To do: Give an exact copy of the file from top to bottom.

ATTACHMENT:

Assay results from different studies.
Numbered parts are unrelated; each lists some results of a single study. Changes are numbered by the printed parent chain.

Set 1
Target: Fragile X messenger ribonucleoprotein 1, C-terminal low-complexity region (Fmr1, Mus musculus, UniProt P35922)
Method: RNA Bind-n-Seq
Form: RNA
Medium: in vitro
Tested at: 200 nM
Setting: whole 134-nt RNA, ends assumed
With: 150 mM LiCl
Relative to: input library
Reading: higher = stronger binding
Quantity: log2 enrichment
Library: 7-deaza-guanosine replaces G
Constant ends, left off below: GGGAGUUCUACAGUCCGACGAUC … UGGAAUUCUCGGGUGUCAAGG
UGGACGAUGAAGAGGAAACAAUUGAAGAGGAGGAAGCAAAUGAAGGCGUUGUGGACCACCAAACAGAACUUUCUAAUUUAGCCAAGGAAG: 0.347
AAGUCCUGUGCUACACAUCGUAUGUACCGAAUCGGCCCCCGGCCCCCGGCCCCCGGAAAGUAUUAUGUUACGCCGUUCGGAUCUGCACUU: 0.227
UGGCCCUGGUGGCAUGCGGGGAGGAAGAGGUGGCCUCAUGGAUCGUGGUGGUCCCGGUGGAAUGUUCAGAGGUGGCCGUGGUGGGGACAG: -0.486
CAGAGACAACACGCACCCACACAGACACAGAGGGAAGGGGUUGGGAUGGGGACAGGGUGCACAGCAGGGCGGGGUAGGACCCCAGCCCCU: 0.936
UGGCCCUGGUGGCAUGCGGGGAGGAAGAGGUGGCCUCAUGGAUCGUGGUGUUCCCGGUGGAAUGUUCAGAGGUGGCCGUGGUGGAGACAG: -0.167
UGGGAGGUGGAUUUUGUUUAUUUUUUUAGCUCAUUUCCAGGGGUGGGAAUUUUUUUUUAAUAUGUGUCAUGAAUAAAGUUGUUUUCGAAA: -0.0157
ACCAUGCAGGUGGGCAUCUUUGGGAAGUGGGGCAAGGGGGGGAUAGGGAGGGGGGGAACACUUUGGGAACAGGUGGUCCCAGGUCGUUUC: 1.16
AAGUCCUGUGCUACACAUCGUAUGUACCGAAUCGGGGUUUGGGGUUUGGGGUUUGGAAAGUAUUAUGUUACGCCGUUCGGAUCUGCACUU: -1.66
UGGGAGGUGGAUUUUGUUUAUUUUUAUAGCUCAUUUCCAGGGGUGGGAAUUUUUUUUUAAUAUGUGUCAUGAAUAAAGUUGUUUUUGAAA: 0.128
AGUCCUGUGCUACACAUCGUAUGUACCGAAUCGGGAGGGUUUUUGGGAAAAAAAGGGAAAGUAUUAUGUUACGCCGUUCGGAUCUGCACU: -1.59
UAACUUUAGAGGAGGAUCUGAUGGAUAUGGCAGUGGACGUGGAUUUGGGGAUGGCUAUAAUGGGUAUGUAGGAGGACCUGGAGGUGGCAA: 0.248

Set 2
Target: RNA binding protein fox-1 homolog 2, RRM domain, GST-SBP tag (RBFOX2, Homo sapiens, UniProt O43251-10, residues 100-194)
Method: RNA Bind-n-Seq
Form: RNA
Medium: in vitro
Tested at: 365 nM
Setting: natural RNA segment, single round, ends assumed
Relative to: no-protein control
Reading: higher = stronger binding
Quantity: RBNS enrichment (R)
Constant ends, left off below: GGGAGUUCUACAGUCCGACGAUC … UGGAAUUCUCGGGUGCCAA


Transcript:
Assay results from different studies.
Numbered parts are unrelated; each lists some results of a single study. Changes are numbered by the printed parent chain.

Set 1
Target: Fragile X messenger ribonucleoprotein 1, C-terminal low-complexity region (Fmr1, Mus musculus, UniProt P35922)
Method: RNA Bind-n-Seq
Form: RNA
Medium: in vitro
Tested at: 200 nM
Setting: whole 134-nt RNA, ends assumed
With: 150 mM LiCl
Relative to: input library
Reading: higher = stronger binding
Quantity: log2 enrichment
Library: 7-deaza-guanosine replaces G
Constant ends, left off below: GGGAGUUCUACAGUCCGACGAUC … UGGAAUUCUCGGGUGUCAAGG
UGGACGAUGAAGAGGAAACAAUUGAAGAGGAGGAAGCAAAUGAAGGCGUUGUGGACCACCAAACAGAACUUUCUAAUUUAGCCAAGGAAG: 0.347
AAGUCCUGUGCUACACAUCGUAUGUACCGAAUCGGCCCCCGGCCCCCGGCCCCCGGAAAGUAUUAUGUUACGCCGUUCGGAUCUGCACUU: 0.227
UGGCCCUGGUGGCAUGCGGGGAGGAAGAGGUGGCCUCAUGGAUCGUGGUGGUCCCGGUGGAAUGUUCAGAGGUGGCCGUGGUGGGGACAG: -0.486
CAGAGACAACACGCACCCACACAGACACAGAGGGAAGGGGUUGGGAUGGGGACAGGGUGCACAGCAGGGCGGGGUAGGACCCCAGCCCCU: 0.936
UGGCCCUGGUGGCAUGCGGGGAGGAAGAGGUGGCCUCAUGGAUCGUGGUGUUCCCGGUGGAAUGUUCAGAGGUGGCCGUGGUGGAGACAG: -0.167
UGGGAGGUGGAUUUUGUUUAUUUUUUUAGCUCAUUUCCAGGGGUGGGAAUUUUUUUUUAAUAUGUGUCAUGAAUAAAGUUGUUUUCGAAA: -0.0157
ACCAUGCAGGUGGGCAUCUUUGGGAAGUGGGGCAAGGGGGGGAUAGGGAGGGGGGGAACACUUUGGGAACAGGUGGUCCCAGGUCGUUUC: 1.16
AAGUCCUGUGCUACACAUCGUAUGUACCGAAUCGGGGUUUGGGGUUUGGGGUUUGGAAAGUAUUAUGUUACGCCGUUCGGAUCUGCACUU: -1.66
UGGGAGGUGGAUUUUGUUUAUUUUUAUAGCUCAUUUCCAGGGGUGGGAAUUUUUUUUUAAUAUGUGUCAUGAAUAAAGUUGUUUUUGAAA: 0.128
AGUCCUGUGCUACACAUCGUAUGUACCGAAUCGGGAGGGUUUUUGGGAAAAAAAGGGAAAGUAUUAUGUUACGCCGUUCGGAUCUGCACU: -1.59
UAACUUUAGAGGAGGAUCUGAUGGAUAUGGCAGUGGACGUGGAUUUGGGGAUGGCUAUAAUGGGUAUGUAGGAGGACCUGGAGGUGGCAA: 0.248

Set 2
Target: RNA binding protein fox-1 homolog 2, RRM domain, GST-SBP tag (RBFOX2, Homo sapiens, UniProt O43251-10, residues 100-194)
Method: RNA Bind-n-Seq
Form: RNA
Medium: in vitro
Tested at: 365 nM
Setting: natural RNA segment, single round, ends assumed
Relative to: no-protein control
Reading: higher = stronger binding
Quantity: RBNS enrichment (R)
Constant ends, left off below: GGGAGUUCUACAGUCCGACGAUC … UGGAAUUCUCGGGUGCCAA